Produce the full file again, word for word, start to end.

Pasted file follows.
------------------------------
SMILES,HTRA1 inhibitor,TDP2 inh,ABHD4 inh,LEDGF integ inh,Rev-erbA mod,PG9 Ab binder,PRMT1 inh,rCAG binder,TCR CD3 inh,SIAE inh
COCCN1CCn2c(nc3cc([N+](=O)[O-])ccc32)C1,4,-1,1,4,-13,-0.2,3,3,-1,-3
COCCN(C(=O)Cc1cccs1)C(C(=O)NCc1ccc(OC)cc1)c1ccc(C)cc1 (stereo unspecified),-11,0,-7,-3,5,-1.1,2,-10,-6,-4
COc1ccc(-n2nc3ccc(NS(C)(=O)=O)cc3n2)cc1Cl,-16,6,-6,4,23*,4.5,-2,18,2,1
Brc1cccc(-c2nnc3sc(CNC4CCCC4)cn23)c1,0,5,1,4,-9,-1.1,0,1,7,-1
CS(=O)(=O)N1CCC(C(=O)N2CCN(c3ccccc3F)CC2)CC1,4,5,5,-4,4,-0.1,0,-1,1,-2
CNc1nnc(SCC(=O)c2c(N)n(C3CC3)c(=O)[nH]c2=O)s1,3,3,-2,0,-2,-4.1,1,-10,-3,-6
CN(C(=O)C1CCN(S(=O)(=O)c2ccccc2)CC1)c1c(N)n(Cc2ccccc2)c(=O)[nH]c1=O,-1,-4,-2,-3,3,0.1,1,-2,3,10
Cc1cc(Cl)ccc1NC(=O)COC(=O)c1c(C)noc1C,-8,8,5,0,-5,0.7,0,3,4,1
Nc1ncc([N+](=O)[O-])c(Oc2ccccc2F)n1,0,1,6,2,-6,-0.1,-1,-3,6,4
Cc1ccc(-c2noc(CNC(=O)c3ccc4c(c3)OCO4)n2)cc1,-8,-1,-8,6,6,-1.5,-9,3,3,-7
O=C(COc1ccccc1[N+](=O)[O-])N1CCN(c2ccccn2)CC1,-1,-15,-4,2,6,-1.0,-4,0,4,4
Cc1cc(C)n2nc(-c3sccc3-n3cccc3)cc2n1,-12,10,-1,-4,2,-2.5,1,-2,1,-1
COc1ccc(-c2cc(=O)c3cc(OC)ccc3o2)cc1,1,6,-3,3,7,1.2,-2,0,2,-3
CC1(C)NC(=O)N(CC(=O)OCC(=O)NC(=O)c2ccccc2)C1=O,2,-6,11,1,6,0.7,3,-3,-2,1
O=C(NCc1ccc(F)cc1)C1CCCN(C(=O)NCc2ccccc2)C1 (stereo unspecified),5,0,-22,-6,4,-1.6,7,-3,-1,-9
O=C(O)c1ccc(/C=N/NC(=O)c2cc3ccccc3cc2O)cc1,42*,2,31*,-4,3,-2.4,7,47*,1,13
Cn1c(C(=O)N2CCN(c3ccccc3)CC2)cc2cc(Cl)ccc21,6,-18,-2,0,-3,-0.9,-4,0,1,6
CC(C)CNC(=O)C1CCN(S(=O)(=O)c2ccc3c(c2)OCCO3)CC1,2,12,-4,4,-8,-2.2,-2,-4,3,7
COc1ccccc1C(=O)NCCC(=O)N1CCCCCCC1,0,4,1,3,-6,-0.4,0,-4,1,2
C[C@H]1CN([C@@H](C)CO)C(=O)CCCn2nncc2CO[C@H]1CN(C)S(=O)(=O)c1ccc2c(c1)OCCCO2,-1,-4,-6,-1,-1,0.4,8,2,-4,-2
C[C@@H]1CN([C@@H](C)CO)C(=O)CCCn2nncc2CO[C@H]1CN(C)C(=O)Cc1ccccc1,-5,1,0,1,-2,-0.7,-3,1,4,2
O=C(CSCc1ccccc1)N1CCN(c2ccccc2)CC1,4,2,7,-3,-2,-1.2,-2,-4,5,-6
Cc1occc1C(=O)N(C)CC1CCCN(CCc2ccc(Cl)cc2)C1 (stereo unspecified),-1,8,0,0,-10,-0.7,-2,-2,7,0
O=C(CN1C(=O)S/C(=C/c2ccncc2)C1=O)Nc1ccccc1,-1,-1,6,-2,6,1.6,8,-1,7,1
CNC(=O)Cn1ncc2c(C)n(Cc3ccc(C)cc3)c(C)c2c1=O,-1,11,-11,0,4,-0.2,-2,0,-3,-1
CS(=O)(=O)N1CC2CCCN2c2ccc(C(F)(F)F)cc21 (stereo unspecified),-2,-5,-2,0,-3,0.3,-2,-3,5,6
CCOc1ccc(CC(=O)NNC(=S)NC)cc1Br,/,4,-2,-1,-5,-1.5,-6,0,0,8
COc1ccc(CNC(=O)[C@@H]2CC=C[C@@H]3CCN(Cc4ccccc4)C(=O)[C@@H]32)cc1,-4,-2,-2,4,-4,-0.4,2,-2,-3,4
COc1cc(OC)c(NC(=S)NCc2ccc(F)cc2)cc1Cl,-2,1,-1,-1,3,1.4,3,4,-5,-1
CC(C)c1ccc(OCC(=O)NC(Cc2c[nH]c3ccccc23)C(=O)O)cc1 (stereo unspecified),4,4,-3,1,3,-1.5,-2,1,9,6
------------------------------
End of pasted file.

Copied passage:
SMILES,HTRA1 inhibitor,TDP2 inh,ABHD4 inh,LEDGF integ inh,Rev-erbA mod,PG9 Ab binder,PRMT1 inh,rCAG binder,TCR CD3 inh,SIAE inh
COCCN1CCn2c(nc3cc([N+](=O)[O-])ccc32)C1,4,-1,1,4,-13,-0.2,3,3,-1,-3
COCCN(C(=O)Cc1cccs1)C(C(=O)NCc1ccc(OC)cc1)c1ccc(C)cc1 (stereo unspecified),-11,0,-7,-3,5,-1.1,2,-10,-6,-4
COc1ccc(-n2nc3ccc(NS(C)(=O)=O)cc3n2)cc1Cl,-16,6,-6,4,23*,4.5,-2,18,2,1
Brc1cccc(-c2nnc3sc(CNC4CCCC4)cn23)c1,0,5,1,4,-9,-1.1,0,1,7,-1
CS(=O)(=O)N1CCC(C(=O)N2CCN(c3ccccc3F)CC2)CC1,4,5,5,-4,4,-0.1,0,-1,1,-2
CNc1nnc(SCC(=O)c2c(N)n(C3CC3)c(=O)[nH]c2=O)s1,3,3,-2,0,-2,-4.1,1,-10,-3,-6
CN(C(=O)C1CCN(S(=O)(=O)c2ccccc2)CC1)c1c(N)n(Cc2ccccc2)c(=O)[nH]c1=O,-1,-4,-2,-3,3,0.1,1,-2,3,10
Cc1cc(Cl)ccc1NC(=O)COC(=O)c1c(C)noc1C,-8,8,5,0,-5,0.7,0,3,4,1
Nc1ncc([N+](=O)[O-])c(Oc2ccccc2F)n1,0,1,6,2,-6,-0.1,-1,-3,6,4
Cc1ccc(-c2noc(CNC(=O)c3ccc4c(c3)OCO4)n2)cc1,-8,-1,-8,6,6,-1.5,-9,3,3,-7
O=C(COc1ccccc1[N+](=O)[O-])N1CCN(c2ccccn2)CC1,-1,-15,-4,2,6,-1.0,-4,0,4,4
Cc1cc(C)n2nc(-c3sccc3-n3cccc3)cc2n1,-12,10,-1,-4,2,-2.5,1,-2,1,-1
COc1ccc(-c2cc(=O)c3cc(OC)ccc3o2)cc1,1,6,-3,3,7,1.2,-2,0,2,-3
CC1(C)NC(=O)N(CC(=O)OCC(=O)NC(=O)c2ccccc2)C1=O,2,-6,11,1,6,0.7,3,-3,-2,1
O=C(NCc1ccc(F)cc1)C1CCCN(C(=O)NCc2ccccc2)C1 (stereo unspecified),5,0,-22,-6,4,-1.6,7,-3,-1,-9
O=C(O)c1ccc(/C=N/NC(=O)c2cc3ccccc3cc2O)cc1,42*,2,31*,-4,3,-2.4,7,47*,1,13
Cn1c(C(=O)N2CCN(c3ccccc3)CC2)cc2cc(Cl)ccc21,6,-18,-2,0,-3,-0.9,-4,0,1,6
CC(C)CNC(=O)C1CCN(S(=O)(=O)c2ccc3c(c2)OCCO3)CC1,2,12,-4,4,-8,-2.2,-2,-4,3,7
COc1ccccc1C(=O)NCCC(=O)N1CCCCCCC1,0,4,1,3,-6,-0.4,0,-4,1,2
C[C@H]1CN([C@@H](C)CO)C(=O)CCCn2nncc2CO[C@H]1CN(C)S(=O)(=O)c1ccc2c(c1)OCCCO2,-1,-4,-6,-1,-1,0.4,8,2,-4,-2
C[C@@H]1CN([C@@H](C)CO)C(=O)CCCn2nncc2CO[C@H]1CN(C)C(=O)Cc1ccccc1,-5,1,0,1,-2,-0.7,-3,1,4,2
O=C(CSCc1ccccc1)N1CCN(c2ccccc2)CC1,4,2,7,-3,-2,-1.2,-2,-4,5,-6
Cc1occc1C(=O)N(C)CC1CCCN(CCc2ccc(Cl)cc2)C1 (stereo unspecified),-1,8,0,0,-10,-0.7,-2,-2,7,0
O=C(CN1C(=O)S/C(=C/c2ccncc2)C1=O)Nc1ccccc1,-1,-1,6,-2,6,1.6,8,-1,7,1
CNC(=O)Cn1ncc2c(C)n(Cc3ccc(C)cc3)c(C)c2c1=O,-1,11,-11,0,4,-0.2,-2,0,-3,-1
CS(=O)(=O)N1CC2CCCN2c2ccc(C(F)(F)F)cc21 (stereo unspecified),-2,-5,-2,0,-3,0.3,-2,-3,5,6
CCOc1ccc(CC(=O)NNC(=S)NC)cc1Br,/,4,-2,-1,-5,-1.5,-6,0,0,8
COc1ccc(CNC(=O)[C@@H]2CC=C[C@@H]3CCN(Cc4ccccc4)C(=O)[C@@H]32)cc1,-4,-2,-2,4,-4,-0.4,2,-2,-3,4
COc1cc(OC)c(NC(=S)NCc2ccc(F)cc2)cc1Cl,-2,1,-1,-1,3,1.4,3,4,-5,-1
CC(C)c1ccc(OCC(=O)NC(Cc2c[nH]c3ccccc23)C(=O)O)cc1 (stereo unspecified),4,4,-3,1,3,-1.5,-2,1,9,6